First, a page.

If you want to be bare-faced, then be bare-faced. If you want to make red lipstick your signature look, then do it (it's worked well for Gwen Stefani). You want to pile on the eyeliner and then rock a statement lip the next? Go for it. Feminism is about having the choice.

Have you ever experienced any negativity about your love of make-up? What are your thoughts about beauty and feminism? Let me know in the comments.
It's the book which has everyone in the beauty world gripped: Pretty Honest by Sali Hughes. I've read recommendation after recommendation and for very good reason.

Pretty Honest is a straightforward, no-bullshit beauty guide, covering everything you could possibly want to know. Topics include skincare, foundation, hair removal, red lipstick, hair, gifts and getting the perfect manicure and pedicure, to name but a few. Seriously, there's advice for every single scenario you could think of.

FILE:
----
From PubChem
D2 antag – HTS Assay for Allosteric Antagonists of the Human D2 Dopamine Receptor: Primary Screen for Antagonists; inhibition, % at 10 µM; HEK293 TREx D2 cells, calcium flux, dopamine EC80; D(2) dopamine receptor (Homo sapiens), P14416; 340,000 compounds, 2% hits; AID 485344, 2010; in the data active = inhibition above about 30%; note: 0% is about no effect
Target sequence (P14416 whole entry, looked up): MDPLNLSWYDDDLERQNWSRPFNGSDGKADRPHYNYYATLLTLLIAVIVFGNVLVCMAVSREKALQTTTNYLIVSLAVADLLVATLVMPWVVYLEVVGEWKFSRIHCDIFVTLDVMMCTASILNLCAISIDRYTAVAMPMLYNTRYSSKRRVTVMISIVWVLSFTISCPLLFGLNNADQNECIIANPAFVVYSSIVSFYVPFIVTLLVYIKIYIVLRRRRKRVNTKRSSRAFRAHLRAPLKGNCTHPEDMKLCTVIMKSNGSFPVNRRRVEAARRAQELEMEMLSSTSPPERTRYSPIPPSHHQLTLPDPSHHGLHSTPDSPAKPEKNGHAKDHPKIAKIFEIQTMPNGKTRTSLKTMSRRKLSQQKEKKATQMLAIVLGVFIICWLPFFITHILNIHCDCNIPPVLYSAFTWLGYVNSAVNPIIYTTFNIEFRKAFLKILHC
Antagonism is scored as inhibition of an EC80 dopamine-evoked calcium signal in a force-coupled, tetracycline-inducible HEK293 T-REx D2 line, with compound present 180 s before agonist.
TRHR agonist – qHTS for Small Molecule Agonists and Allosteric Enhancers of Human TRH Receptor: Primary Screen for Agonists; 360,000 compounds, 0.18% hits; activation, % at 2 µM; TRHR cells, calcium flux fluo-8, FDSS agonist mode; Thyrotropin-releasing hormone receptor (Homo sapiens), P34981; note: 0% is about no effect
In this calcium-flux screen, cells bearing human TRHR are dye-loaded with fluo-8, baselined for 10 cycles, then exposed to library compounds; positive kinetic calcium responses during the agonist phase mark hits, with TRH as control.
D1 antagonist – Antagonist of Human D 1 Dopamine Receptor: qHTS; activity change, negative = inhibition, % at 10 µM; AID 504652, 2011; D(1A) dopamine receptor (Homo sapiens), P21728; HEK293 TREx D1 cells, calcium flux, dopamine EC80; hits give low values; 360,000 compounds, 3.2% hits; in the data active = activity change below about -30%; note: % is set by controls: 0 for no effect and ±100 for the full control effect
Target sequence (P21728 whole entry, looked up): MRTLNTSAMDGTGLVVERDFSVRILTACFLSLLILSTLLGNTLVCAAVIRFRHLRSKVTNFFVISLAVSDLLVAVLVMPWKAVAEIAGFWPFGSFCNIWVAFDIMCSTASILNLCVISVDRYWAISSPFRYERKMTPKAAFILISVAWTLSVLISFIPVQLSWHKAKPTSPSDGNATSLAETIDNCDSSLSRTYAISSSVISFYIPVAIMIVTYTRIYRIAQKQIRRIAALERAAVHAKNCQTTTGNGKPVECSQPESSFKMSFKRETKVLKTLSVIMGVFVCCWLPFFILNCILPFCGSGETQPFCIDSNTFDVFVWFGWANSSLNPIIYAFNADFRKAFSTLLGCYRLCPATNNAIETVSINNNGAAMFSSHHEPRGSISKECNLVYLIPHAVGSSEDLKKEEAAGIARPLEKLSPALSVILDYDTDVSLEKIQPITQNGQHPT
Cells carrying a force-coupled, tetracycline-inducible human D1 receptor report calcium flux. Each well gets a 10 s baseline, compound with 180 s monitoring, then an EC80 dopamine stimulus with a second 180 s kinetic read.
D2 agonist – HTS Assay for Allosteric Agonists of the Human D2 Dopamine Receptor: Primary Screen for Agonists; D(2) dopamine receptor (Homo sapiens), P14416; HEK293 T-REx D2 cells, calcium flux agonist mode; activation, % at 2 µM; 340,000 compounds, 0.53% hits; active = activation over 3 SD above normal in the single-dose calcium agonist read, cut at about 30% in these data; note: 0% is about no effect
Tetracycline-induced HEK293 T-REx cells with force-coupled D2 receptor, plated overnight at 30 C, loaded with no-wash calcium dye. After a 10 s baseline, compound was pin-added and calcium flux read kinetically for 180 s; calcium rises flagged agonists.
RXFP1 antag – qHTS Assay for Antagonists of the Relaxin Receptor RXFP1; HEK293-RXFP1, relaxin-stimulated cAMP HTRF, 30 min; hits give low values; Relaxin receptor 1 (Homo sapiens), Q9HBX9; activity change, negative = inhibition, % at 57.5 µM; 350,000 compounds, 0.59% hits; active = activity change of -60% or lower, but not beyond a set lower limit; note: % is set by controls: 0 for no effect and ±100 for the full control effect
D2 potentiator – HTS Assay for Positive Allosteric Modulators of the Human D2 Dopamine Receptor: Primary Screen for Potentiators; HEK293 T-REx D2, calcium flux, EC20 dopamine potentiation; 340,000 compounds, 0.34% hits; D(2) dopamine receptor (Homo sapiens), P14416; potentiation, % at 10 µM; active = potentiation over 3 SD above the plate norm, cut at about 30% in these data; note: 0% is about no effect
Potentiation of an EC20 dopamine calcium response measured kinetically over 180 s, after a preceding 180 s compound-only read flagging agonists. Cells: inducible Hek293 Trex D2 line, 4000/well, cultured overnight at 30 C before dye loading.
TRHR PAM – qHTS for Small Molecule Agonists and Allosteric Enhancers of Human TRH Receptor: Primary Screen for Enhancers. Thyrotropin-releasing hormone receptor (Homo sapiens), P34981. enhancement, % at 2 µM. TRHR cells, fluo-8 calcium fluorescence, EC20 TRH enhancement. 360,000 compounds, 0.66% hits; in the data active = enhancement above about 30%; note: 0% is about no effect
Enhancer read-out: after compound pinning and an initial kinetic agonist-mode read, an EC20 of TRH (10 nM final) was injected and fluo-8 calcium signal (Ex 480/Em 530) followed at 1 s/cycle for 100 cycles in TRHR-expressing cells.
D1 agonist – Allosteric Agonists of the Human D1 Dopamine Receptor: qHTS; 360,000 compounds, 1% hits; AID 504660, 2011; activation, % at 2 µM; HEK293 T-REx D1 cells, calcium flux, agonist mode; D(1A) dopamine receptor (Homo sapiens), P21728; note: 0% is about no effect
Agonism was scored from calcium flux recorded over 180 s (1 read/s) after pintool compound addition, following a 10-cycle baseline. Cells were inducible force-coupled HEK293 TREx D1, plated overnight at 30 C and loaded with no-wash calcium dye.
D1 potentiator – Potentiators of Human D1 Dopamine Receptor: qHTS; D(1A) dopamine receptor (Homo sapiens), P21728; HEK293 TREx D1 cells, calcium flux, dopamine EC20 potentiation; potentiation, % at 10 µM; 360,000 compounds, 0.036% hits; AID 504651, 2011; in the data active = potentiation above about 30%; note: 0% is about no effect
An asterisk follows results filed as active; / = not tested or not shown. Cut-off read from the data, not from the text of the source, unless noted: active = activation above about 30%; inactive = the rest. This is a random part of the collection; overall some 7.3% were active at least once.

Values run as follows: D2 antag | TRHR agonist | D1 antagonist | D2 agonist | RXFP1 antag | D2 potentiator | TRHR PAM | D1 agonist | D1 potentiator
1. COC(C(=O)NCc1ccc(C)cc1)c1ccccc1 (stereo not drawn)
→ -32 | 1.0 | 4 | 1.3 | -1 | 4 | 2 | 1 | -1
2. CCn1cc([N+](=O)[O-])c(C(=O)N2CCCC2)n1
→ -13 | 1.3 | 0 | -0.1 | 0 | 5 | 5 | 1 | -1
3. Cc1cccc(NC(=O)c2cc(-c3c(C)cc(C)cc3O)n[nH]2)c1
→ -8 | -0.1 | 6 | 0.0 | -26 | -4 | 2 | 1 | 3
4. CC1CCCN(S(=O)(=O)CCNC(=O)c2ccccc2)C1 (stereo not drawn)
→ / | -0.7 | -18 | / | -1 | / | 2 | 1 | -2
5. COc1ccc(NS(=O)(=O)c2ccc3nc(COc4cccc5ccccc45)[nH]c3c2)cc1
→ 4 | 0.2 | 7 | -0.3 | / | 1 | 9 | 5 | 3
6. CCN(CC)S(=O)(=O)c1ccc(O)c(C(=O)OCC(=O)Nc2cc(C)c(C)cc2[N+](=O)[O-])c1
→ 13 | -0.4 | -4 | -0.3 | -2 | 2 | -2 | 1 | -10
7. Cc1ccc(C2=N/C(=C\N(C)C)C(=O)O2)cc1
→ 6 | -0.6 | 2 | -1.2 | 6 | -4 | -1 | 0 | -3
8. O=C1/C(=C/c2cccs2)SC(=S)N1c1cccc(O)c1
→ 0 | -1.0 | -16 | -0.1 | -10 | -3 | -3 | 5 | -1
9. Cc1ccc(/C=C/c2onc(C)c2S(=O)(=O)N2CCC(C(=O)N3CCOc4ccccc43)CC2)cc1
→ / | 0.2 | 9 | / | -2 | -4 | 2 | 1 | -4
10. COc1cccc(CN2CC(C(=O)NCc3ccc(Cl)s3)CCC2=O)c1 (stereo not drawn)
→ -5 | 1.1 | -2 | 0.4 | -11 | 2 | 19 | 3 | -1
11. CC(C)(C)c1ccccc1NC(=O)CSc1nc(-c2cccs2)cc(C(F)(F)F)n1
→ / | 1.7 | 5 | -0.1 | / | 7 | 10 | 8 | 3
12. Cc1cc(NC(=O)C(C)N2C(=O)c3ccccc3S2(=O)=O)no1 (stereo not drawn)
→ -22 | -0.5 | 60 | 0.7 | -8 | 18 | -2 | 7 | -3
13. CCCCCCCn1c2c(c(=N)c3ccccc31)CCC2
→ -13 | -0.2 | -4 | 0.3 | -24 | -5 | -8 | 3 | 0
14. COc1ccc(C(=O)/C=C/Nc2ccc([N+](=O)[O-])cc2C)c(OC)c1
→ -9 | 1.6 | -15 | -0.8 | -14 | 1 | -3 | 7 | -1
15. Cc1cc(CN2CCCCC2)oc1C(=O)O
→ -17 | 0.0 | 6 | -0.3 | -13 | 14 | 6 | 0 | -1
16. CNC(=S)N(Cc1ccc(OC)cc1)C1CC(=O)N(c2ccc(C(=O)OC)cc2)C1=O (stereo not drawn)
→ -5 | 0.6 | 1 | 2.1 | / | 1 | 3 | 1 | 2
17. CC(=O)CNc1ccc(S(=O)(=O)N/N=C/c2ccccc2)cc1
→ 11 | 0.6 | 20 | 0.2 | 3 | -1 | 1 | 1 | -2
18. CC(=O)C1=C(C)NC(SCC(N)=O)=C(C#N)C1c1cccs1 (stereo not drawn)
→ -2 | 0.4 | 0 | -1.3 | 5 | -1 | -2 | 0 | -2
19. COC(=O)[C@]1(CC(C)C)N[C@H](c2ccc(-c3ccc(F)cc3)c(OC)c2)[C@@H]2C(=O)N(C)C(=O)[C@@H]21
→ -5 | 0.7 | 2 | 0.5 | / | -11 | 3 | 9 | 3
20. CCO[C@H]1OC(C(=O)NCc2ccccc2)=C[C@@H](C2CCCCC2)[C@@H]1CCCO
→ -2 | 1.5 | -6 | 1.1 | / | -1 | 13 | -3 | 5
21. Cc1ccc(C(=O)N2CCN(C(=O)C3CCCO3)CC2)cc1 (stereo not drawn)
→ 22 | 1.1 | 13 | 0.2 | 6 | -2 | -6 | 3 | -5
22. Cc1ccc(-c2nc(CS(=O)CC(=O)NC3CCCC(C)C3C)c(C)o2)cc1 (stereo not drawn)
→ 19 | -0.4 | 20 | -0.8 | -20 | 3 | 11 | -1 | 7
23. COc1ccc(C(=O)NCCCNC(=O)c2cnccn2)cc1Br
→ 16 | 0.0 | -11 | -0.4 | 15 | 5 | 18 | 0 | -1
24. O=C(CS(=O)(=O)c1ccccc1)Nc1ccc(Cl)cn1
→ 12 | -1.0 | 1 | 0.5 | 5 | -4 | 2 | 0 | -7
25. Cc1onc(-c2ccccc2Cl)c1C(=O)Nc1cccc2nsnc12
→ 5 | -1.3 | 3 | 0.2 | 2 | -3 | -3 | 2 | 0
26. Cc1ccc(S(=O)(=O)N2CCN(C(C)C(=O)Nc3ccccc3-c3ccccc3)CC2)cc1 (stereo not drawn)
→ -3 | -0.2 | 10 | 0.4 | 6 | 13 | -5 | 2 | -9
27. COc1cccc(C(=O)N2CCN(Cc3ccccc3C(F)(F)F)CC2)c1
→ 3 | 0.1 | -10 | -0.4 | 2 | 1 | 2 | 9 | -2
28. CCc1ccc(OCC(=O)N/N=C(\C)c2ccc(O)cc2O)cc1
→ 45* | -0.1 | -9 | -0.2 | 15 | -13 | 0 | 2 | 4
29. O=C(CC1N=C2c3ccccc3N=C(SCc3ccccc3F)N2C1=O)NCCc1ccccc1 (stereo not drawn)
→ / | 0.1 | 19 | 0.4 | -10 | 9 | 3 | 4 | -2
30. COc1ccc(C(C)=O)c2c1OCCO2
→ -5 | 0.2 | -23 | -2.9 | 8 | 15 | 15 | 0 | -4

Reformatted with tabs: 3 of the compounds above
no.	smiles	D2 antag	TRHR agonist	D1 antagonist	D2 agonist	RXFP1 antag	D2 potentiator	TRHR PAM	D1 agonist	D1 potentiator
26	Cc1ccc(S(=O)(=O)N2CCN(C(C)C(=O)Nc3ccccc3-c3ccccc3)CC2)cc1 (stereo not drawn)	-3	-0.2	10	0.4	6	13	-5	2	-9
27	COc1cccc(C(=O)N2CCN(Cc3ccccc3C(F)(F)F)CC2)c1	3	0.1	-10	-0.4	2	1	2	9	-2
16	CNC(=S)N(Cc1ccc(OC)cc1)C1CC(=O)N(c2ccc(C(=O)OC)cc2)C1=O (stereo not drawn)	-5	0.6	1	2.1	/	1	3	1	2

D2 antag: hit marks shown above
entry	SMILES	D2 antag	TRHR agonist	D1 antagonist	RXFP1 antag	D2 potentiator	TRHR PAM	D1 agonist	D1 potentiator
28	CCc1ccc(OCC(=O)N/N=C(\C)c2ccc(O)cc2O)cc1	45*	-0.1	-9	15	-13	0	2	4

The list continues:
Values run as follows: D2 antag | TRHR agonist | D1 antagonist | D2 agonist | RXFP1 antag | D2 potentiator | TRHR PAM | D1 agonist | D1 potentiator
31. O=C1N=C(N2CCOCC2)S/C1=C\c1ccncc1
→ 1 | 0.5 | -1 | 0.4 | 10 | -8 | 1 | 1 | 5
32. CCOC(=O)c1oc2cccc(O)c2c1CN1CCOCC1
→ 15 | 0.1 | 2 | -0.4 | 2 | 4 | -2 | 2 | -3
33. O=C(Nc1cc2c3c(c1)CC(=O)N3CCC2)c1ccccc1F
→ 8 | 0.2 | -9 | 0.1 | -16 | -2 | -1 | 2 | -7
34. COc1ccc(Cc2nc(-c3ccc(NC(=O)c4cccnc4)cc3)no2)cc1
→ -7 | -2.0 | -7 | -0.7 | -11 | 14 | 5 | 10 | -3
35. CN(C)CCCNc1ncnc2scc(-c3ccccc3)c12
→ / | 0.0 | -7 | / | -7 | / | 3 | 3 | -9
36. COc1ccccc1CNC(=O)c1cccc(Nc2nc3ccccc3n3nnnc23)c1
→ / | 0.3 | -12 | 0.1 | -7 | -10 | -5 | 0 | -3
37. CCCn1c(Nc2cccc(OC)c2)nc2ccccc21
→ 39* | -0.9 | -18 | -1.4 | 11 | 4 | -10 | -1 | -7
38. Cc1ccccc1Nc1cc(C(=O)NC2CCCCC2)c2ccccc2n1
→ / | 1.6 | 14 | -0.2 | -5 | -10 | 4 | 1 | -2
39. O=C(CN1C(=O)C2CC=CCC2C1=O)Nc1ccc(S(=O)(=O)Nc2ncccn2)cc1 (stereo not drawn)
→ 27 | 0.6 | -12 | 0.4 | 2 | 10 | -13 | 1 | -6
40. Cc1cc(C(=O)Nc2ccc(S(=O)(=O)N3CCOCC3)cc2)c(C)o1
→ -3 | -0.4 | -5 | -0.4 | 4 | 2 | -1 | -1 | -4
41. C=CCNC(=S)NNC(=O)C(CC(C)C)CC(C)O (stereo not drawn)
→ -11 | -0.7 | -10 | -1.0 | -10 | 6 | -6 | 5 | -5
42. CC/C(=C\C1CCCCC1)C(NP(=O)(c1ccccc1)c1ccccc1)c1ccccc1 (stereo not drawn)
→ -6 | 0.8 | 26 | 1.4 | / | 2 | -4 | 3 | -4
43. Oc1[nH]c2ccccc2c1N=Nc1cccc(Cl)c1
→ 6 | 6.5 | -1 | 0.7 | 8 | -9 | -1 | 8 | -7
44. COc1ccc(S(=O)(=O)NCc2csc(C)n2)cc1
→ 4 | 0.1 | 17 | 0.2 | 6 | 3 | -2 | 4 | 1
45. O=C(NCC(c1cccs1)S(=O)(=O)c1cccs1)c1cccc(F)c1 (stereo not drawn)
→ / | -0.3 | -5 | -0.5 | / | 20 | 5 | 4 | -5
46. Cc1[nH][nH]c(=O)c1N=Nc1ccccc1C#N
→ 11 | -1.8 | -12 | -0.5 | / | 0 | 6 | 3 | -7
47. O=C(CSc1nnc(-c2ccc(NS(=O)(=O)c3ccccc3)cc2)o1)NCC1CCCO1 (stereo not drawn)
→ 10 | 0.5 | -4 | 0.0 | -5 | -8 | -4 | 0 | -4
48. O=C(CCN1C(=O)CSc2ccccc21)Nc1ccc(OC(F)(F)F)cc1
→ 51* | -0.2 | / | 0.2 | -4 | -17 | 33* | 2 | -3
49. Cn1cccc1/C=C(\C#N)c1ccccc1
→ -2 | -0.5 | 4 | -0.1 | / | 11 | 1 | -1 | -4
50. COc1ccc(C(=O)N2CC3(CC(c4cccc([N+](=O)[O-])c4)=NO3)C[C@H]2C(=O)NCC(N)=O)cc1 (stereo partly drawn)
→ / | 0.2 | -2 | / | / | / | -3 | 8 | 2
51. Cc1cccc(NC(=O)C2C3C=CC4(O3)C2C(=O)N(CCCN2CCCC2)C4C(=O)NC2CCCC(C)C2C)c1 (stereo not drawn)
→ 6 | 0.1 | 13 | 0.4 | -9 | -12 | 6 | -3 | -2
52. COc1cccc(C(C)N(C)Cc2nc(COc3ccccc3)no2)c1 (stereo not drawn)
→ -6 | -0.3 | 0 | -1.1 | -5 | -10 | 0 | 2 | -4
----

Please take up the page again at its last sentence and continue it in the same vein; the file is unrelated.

I love Sali's attitude towards beauty. Her 'Brains, Equality, Lipstick' post in the November 2014 issue of Glamour really struck a chord with me  there's nothing wrong with being a feminist who loves beauty products.

Photo by Fabiola Peñalba on Unsplash

Five of my favourite tips from Pretty Honest:
  • Cold water is the best (and cheapest) toner you will ever use.
  • The easiest way to open up your eyes is to use eyelash curlers.
  • No product can get rid of cellulite (we all have it) but a good body scrub can help to minimise its appearance if it bothers you.
  • Whatever your age and weight, exercise will work wonders for making you look better, since it keeps muscles firm and helps with circulation.
  • If wearing red lipstick makes you feel self-conscious, try wearing it on three separate occasions. If you still feel uncomfortable after the third time then bin it; if not then you've found the shade which works for you.

I urge you to read this book if you love beauty and would appreciate some frank advice. I read my copy from cover to cover, but you can also dip in and out as you please, depending on the subject you want to brush up on.

Pretty Honest would make a great gift for a fellow beauty-lover, too. It's available from Amazon and at the time of writing the hardback copy costs £14.69. There's also a Kindle edition, priced at £4.99.